2020 Year End Financial Check List: Check Your Finances And Act
The end of the year is the perfect time to review and reflect. That goes for finances too. Your mind may be on Thanksgiving and Christmas, but spending some quality time with your accounts can set you up for an even better year ahead. To help you out, we’ve put together an end of year financial checklist.
Some things on this list are time-specific – things you really need to do before the ball drops in Times Square. Others aren’t necessarily. But a regular review could help you avoid penalties, save money, and reduce your tax burden.
So take your eye off the turkey and let’s get started.
- Review your employee stock options, investment accounts, and strategy to see if they’re still in line with your goals
- Rebalance your portfolio, updating your risk tolerance if necessary
- Reduce capital gains taxes by, E.g. selling loss-making positions to offset gains
- Consider maxing out your 401k
- Increase your 401k contribution amount for next year
- Open a solo 401k – or similar – if you’re self-employed
- Make 401k catch-up contributions if you’re over 50
- Roll over any old 401ks to an IRA
- Max out your IRA
- Consider Roth IRA conversions
- Add funds to a 529 account
- Update beneficiaries on your retirement accounts
- Consider claiming Social Security if you qualify
- Review your retirement plan to ensure your assets will last
- Gather all your tax documents for 2021 – including W2s and 1099s
- Speak to an accountant about reducing your tax burden
- Review possible tax credits and deductions
- Revisit tax withholding if you have a 9 to 5
- Apply for homestead exemption, if applicable
- Project your taxable income, and set money aside for payments
- Take your required minimum distributions if you’re over 70½ to avoid a penalty
Employment and Career
- Review any changes in income, including year-end bonuses
- Schedule an annual review meeting and ask for a raise
- Research professional development classes your employer might pay for
- Evaluate business expenses you could cut or reduce
- Reduce your business tax liabilities by deferring income, or prepaying for expenses
- Research potential side hustles
Health / Insurance
- Review your life insurance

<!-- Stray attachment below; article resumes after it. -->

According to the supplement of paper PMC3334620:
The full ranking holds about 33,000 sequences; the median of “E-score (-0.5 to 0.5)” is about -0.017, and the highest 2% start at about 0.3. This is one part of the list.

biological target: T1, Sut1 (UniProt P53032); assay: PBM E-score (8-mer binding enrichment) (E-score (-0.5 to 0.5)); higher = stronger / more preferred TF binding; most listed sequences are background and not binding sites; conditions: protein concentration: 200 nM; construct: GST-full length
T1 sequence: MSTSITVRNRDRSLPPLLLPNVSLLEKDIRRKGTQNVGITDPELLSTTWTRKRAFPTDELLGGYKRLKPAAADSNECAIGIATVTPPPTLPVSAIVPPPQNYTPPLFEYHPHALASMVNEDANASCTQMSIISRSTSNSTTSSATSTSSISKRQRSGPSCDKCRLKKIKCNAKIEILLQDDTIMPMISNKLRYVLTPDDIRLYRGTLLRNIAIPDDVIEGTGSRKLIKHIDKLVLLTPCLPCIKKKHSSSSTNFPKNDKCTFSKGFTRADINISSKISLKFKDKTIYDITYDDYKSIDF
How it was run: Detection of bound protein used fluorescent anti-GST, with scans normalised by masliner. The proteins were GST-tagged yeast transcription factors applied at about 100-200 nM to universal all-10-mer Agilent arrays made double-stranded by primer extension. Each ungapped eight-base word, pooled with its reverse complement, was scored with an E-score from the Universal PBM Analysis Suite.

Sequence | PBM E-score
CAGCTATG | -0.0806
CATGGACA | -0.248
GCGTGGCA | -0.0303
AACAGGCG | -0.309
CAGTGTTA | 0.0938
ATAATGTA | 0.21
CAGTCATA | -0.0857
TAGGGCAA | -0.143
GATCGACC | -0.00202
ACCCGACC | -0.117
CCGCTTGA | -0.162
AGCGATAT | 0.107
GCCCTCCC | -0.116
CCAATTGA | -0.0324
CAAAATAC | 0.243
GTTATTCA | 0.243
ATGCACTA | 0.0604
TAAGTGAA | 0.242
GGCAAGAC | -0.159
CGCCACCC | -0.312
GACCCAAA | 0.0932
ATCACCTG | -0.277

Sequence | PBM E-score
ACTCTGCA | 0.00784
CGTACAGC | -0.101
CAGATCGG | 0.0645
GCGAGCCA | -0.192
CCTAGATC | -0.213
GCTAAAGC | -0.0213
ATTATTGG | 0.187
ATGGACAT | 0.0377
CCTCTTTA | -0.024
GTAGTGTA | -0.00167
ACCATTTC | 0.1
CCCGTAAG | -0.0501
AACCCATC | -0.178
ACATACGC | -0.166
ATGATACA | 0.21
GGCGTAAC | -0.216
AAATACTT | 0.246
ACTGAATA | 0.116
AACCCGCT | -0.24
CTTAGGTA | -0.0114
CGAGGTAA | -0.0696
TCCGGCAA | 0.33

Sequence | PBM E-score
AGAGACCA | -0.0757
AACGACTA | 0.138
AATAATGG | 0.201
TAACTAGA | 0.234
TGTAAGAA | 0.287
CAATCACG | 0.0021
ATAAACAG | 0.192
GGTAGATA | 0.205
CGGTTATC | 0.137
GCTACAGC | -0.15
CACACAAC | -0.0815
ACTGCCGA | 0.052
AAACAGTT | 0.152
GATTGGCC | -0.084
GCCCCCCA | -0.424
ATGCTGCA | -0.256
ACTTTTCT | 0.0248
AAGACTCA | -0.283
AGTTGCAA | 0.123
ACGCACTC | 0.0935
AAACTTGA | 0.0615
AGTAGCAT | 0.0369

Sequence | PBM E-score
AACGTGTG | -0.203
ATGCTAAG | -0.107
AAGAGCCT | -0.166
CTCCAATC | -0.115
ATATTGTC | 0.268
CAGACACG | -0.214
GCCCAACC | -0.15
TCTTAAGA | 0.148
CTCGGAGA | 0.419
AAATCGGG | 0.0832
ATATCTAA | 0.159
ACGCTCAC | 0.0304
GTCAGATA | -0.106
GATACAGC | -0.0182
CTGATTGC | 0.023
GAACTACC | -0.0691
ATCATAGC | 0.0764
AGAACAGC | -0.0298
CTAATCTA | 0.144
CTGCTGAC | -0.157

- Review your homeowner’s or renter’s insurance
- Update your auto insurance
- Review and update any business insurance
- Review your healthcare insurance
- Sign up for Medicare if you qualify
- Look over long-term and short-term disability insurance, if applicable
- Max out your HSA account
- Submit receipts for FSA account reimbursement, or roll over funds if allowed
- Update and review beneficiaries
- Establish a custodial savings account for your children
- Plan out gifts for loved ones
- Make charitable contributions – cash or other assets – and gather the documents you’ll need to itemize deductions
- Create or review estate planning documents such as a living will, last will and testament, and power of attorney
- Create or review a “just in case” document should your family need your financial information
Credit Health / Debt / Savings
- Review last year’s financial goals. Were you able to save for major life events? Did you stick to your budget?
- Set financial goals for the next 12 months
- Create a buffer in your checking account
- Check your short-term saving progress. Are your vacation and emergency funds on track?
- Open a high-interest savings account to grow your short-term savings
- Set up recurring deposits for long-term and short-term savings goals
- Review your debt repayment progress
- Check if you’ve repaid enough to qualify for refinancing
- Check your credit score. Plan how to improve it
- Dispute any errors on your credit report. Check for free at AnnualCreditReport.com
- Sign up for an ID monitoring service
The list may seem a long one, but you don’t have to do everything at once. Bookmark this page – or even better, download the year-end financial checklist now – and tick off each task as you complete them. If you print it out and leave it somewhere your family can see, they can also keep you on track.
And you needn’t do it all yourself. You could share the load by delegating tasks. For instance, your spouse could gather paperwork while you look over estate planning documents. Or a financial professional like a CPA or financial planner could do a lot of the legwork for you.
However you decide to approach it, you’ll be glad you did. It’s not just your house that needs a spring cleaning.